2. The system of claim 1, further comprising a center sill extending longitudinally along the underside of the railroad car for containing said actuating beam.

3. The system of claim 1, wherein said hopper doors are oriented in the longitudinal direction with respect to the centerline of the railroad car.

4. The system of claim 1, wherein said hopper doors are oriented in the transverse direction with respect to the centerline of the railroad car.

5. The system of claim 1, further comprising a pair of first drive levers, with a first drive lever rigidly coupled on each end of said first drive shaft extending from both sides of the railroad car.

6. The system of claim 1, further comprising a pair of second drive levers, with a second drive lever rigidly coupled on each end of said second drive shaft extending from both sides of the railroad car.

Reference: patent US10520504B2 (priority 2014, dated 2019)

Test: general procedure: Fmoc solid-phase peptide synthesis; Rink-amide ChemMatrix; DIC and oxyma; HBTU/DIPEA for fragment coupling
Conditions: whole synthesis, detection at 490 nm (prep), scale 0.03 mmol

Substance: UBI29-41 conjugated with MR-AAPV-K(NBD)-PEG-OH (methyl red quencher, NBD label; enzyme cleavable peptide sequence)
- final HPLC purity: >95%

7. The system of claim 1, further comprising a first link, rigidly affixed to said first drive shaft at one end and rotatably coupled to said actuating beam at its other end, for coupling said first drive shaft to said actuating beam.

8. The system of claim 1, further comprising a second link, rigidly affixed to said second drive shaft at one end and rotatably coupled to said actuating beam at its other end, for coupling said second drive shaft to said actuating beam.

9. The system of claim 7, wherein said first link is affixed on said first drive shaft at the same angular orientation as said first drive lever.

10. The system of claim 8, wherein said second link is affixed on said second drive shaft at an angular orientation of about 180° from said second drive lever.

11. The system of claim 1, wherein said actuator arm of said activating device is shiftable between its inactive position and its active position in a plane perpendicular to the direction of travel of the railroad car when said car is in motion.

12. The system of claim 1, wherein said actuator arm contains an idler for contacting said first and second drive levers.